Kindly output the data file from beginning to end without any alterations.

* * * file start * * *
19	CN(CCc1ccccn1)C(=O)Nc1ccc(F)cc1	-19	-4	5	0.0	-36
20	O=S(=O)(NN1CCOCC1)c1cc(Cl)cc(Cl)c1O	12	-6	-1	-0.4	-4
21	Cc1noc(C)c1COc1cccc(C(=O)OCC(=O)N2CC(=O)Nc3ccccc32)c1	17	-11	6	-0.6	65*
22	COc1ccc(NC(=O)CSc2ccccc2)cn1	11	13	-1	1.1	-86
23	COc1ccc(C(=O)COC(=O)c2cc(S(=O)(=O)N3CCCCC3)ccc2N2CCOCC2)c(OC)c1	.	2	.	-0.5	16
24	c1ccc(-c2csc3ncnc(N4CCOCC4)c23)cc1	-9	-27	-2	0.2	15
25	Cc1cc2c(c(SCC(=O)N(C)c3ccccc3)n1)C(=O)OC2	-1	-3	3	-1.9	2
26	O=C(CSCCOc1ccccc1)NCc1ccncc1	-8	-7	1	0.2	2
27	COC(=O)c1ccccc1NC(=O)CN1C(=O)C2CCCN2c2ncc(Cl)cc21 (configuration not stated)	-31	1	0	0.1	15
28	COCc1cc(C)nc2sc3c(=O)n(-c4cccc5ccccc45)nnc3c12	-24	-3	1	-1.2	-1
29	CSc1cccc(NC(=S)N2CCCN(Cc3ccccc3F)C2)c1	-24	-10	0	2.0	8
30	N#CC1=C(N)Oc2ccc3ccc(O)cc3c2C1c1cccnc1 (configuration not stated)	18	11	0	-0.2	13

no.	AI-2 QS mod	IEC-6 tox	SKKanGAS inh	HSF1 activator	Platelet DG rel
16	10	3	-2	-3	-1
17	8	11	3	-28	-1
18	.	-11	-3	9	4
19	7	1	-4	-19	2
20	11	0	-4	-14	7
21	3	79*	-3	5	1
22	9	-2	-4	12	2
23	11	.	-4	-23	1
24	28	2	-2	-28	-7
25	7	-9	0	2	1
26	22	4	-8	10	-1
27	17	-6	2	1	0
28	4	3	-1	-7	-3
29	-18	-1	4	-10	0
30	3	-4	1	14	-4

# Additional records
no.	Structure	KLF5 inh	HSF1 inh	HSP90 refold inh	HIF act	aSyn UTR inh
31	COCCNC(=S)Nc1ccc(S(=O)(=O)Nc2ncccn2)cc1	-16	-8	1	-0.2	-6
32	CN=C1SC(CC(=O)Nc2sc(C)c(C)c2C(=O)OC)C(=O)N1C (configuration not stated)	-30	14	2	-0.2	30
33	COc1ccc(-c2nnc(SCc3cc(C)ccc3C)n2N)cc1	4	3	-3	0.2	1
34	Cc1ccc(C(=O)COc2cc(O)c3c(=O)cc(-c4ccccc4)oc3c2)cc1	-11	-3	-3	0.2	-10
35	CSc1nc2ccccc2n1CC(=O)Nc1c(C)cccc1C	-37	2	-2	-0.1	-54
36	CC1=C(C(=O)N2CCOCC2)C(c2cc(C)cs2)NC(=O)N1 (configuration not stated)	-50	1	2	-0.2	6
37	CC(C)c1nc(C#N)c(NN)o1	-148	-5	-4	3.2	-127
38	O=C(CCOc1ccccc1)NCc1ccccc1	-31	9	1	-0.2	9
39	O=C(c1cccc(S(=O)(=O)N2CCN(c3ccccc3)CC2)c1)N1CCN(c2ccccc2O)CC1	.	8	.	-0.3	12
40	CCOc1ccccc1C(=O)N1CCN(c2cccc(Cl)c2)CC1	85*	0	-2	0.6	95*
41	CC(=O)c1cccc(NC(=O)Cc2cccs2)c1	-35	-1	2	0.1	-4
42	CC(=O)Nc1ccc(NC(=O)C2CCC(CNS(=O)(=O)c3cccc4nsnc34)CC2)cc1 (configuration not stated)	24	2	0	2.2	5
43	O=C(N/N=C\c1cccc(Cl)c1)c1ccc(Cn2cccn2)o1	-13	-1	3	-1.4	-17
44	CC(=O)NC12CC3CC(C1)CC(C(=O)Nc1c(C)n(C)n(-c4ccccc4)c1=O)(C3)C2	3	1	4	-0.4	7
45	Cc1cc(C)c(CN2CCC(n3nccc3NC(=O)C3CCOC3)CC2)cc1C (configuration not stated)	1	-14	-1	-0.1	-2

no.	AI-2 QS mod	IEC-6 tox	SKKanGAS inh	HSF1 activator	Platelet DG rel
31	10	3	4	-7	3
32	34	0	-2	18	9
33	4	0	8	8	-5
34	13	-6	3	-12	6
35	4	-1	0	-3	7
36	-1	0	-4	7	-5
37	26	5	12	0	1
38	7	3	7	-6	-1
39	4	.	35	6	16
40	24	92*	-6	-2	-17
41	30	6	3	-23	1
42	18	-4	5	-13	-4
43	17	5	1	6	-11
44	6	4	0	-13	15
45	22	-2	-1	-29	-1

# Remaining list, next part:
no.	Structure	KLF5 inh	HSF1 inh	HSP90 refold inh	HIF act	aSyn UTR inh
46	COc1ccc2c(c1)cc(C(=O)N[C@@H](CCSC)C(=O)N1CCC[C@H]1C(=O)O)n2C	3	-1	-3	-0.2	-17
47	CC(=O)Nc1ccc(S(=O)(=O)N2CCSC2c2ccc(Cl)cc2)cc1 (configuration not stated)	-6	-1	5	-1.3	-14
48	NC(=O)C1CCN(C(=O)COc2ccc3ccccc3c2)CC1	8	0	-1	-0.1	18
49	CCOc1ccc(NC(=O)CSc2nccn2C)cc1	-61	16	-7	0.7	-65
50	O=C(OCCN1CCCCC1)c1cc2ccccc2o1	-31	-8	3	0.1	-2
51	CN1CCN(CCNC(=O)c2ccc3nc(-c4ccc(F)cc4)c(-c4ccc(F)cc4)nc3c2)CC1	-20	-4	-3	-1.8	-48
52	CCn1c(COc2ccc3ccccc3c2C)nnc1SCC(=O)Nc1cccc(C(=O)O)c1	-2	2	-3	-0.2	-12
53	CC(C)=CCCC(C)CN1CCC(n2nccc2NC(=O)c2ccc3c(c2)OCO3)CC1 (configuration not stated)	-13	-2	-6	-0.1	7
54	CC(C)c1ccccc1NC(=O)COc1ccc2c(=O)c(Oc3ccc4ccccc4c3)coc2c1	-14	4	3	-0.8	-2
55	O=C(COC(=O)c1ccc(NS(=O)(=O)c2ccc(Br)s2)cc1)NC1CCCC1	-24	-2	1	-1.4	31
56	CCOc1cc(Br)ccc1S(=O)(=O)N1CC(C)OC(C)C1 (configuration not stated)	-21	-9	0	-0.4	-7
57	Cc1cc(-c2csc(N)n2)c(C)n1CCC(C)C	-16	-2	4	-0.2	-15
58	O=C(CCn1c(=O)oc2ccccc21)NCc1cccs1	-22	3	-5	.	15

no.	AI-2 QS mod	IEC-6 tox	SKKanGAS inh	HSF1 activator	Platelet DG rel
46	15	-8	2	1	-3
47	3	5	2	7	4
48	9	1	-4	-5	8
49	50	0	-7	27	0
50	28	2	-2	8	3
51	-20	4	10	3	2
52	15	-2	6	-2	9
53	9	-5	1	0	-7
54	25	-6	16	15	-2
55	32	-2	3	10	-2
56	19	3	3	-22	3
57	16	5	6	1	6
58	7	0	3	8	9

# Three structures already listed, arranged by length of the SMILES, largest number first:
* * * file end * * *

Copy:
19	CN(CCc1ccccn1)C(=O)Nc1ccc(F)cc1	-19	-4	5	0.0	-36
20	O=S(=O)(NN1CCOCC1)c1cc(Cl)cc(Cl)c1O	12	-6	-1	-0.4	-4
21	Cc1noc(C)c1COc1cccc(C(=O)OCC(=O)N2CC(=O)Nc3ccccc32)c1	17	-11	6	-0.6	65*
22	COc1ccc(NC(=O)CSc2ccccc2)cn1	11	13	-1	1.1	-86
23	COc1ccc(C(=O)COC(=O)c2cc(S(=O)(=O)N3CCCCC3)ccc2N2CCOCC2)c(OC)c1	.	2	.	-0.5	16
24	c1ccc(-c2csc3ncnc(N4CCOCC4)c23)cc1	-9	-27	-2	0.2	15
25	Cc1cc2c(c(SCC(=O)N(C)c3ccccc3)n1)C(=O)OC2	-1	-3	3	-1.9	2
26	O=C(CSCCOc1ccccc1)NCc1ccncc1	-8	-7	1	0.2	2
27	COC(=O)c1ccccc1NC(=O)CN1C(=O)C2CCCN2c2ncc(Cl)cc21 (configuration not stated)	-31	1	0	0.1	15
28	COCc1cc(C)nc2sc3c(=O)n(-c4cccc5ccccc45)nnc3c12	-24	-3	1	-1.2	-1
29	CSc1cccc(NC(=S)N2CCCN(Cc3ccccc3F)C2)c1	-24	-10	0	2.0	8
30	N#CC1=C(N)Oc2ccc3ccc(O)cc3c2C1c1cccnc1 (configuration not stated)	18	11	0	-0.2	13

no.	AI-2 QS mod	IEC-6 tox	SKKanGAS inh	HSF1 activator	Platelet DG rel
16	10	3	-2	-3	-1
17	8	11	3	-28	-1
18	.	-11	-3	9	4
19	7	1	-4	-19	2
20	11	0	-4	-14	7
21	3	79*	-3	5	1
22	9	-2	-4	12	2
23	11	.	-4	-23	1
24	28	2	-2	-28	-7
25	7	-9	0	2	1
26	22	4	-8	10	-1
27	17	-6	2	1	0
28	4	3	-1	-7	-3
29	-18	-1	4	-10	0
30	3	-4	1	14	-4

# Additional records
no.	Structure	KLF5 inh	HSF1 inh	HSP90 refold inh	HIF act	aSyn UTR inh
31	COCCNC(=S)Nc1ccc(S(=O)(=O)Nc2ncccn2)cc1	-16	-8	1	-0.2	-6
32	CN=C1SC(CC(=O)Nc2sc(C)c(C)c2C(=O)OC)C(=O)N1C (configuration not stated)	-30	14	2	-0.2	30
33	COc1ccc(-c2nnc(SCc3cc(C)ccc3C)n2N)cc1	4	3	-3	0.2	1
34	Cc1ccc(C(=O)COc2cc(O)c3c(=O)cc(-c4ccccc4)oc3c2)cc1	-11	-3	-3	0.2	-10
35	CSc1nc2ccccc2n1CC(=O)Nc1c(C)cccc1C	-37	2	-2	-0.1	-54
36	CC1=C(C(=O)N2CCOCC2)C(c2cc(C)cs2)NC(=O)N1 (configuration not stated)	-50	1	2	-0.2	6
37	CC(C)c1nc(C#N)c(NN)o1	-148	-5	-4	3.2	-127
38	O=C(CCOc1ccccc1)NCc1ccccc1	-31	9	1	-0.2	9
39	O=C(c1cccc(S(=O)(=O)N2CCN(c3ccccc3)CC2)c1)N1CCN(c2ccccc2O)CC1	.	8	.	-0.3	12
40	CCOc1ccccc1C(=O)N1CCN(c2cccc(Cl)c2)CC1	85*	0	-2	0.6	95*
41	CC(=O)c1cccc(NC(=O)Cc2cccs2)c1	-35	-1	2	0.1	-4
42	CC(=O)Nc1ccc(NC(=O)C2CCC(CNS(=O)(=O)c3cccc4nsnc34)CC2)cc1 (configuration not stated)	24	2	0	2.2	5
43	O=C(N/N=C\c1cccc(Cl)c1)c1ccc(Cn2cccn2)o1	-13	-1	3	-1.4	-17
44	CC(=O)NC12CC3CC(C1)CC(C(=O)Nc1c(C)n(C)n(-c4ccccc4)c1=O)(C3)C2	3	1	4	-0.4	7
45	Cc1cc(C)c(CN2CCC(n3nccc3NC(=O)C3CCOC3)CC2)cc1C (configuration not stated)	1	-14	-1	-0.1	-2

no.	AI-2 QS mod	IEC-6 tox	SKKanGAS inh	HSF1 activator	Platelet DG rel
31	10	3	4	-7	3
32	34	0	-2	18	9
33	4	0	8	8	-5
34	13	-6	3	-12	6
35	4	-1	0	-3	7
36	-1	0	-4	7	-5
37	26	5	12	0	1
38	7	3	7	-6	-1
39	4	.	35	6	16
40	24	92*	-6	-2	-17
41	30	6	3	-23	1
42	18	-4	5	-13	-4
43	17	5	1	6	-11
44	6	4	0	-13	15
45	22	-2	-1	-29	-1

# Remaining list, next part:
no.	Structure	KLF5 inh	HSF1 inh	HSP90 refold inh	HIF act	aSyn UTR inh
46	COc1ccc2c(c1)cc(C(=O)N[C@@H](CCSC)C(=O)N1CCC[C@H]1C(=O)O)n2C	3	-1	-3	-0.2	-17
47	CC(=O)Nc1ccc(S(=O)(=O)N2CCSC2c2ccc(Cl)cc2)cc1 (configuration not stated)	-6	-1	5	-1.3	-14
48	NC(=O)C1CCN(C(=O)COc2ccc3ccccc3c2)CC1	8	0	-1	-0.1	18
49	CCOc1ccc(NC(=O)CSc2nccn2C)cc1	-61	16	-7	0.7	-65
50	O=C(OCCN1CCCCC1)c1cc2ccccc2o1	-31	-8	3	0.1	-2
51	CN1CCN(CCNC(=O)c2ccc3nc(-c4ccc(F)cc4)c(-c4ccc(F)cc4)nc3c2)CC1	-20	-4	-3	-1.8	-48
52	CCn1c(COc2ccc3ccccc3c2C)nnc1SCC(=O)Nc1cccc(C(=O)O)c1	-2	2	-3	-0.2	-12
53	CC(C)=CCCC(C)CN1CCC(n2nccc2NC(=O)c2ccc3c(c2)OCO3)CC1 (configuration not stated)	-13	-2	-6	-0.1	7
54	CC(C)c1ccccc1NC(=O)COc1ccc2c(=O)c(Oc3ccc4ccccc4c3)coc2c1	-14	4	3	-0.8	-2
55	O=C(COC(=O)c1ccc(NS(=O)(=O)c2ccc(Br)s2)cc1)NC1CCCC1	-24	-2	1	-1.4	31
56	CCOc1cc(Br)ccc1S(=O)(=O)N1CC(C)OC(C)C1 (configuration not stated)	-21	-9	0	-0.4	-7
57	Cc1cc(-c2csc(N)n2)c(C)n1CCC(C)C	-16	-2	4	-0.2	-15
58	O=C(CCn1c(=O)oc2ccccc21)NCc1cccs1	-22	3	-5	.	15

no.	AI-2 QS mod	IEC-6 tox	SKKanGAS inh	HSF1 activator	Platelet DG rel
46	15	-8	2	1	-3
47	3	5	2	7	4
48	9	1	-4	-5	8
49	50	0	-7	27	0
50	28	2	-2	8	3
51	-20	4	10	3	2
52	15	-2	6	-2	9
53	9	-5	1	0	-7
54	25	-6	16	15	-2
55	32	-2	3	10	-2
56	19	3	3	-22	3
57	16	5	6	1	6
58	7	0	3	8	9

# Three structures already listed, arranged by length of the SMILES, largest number first: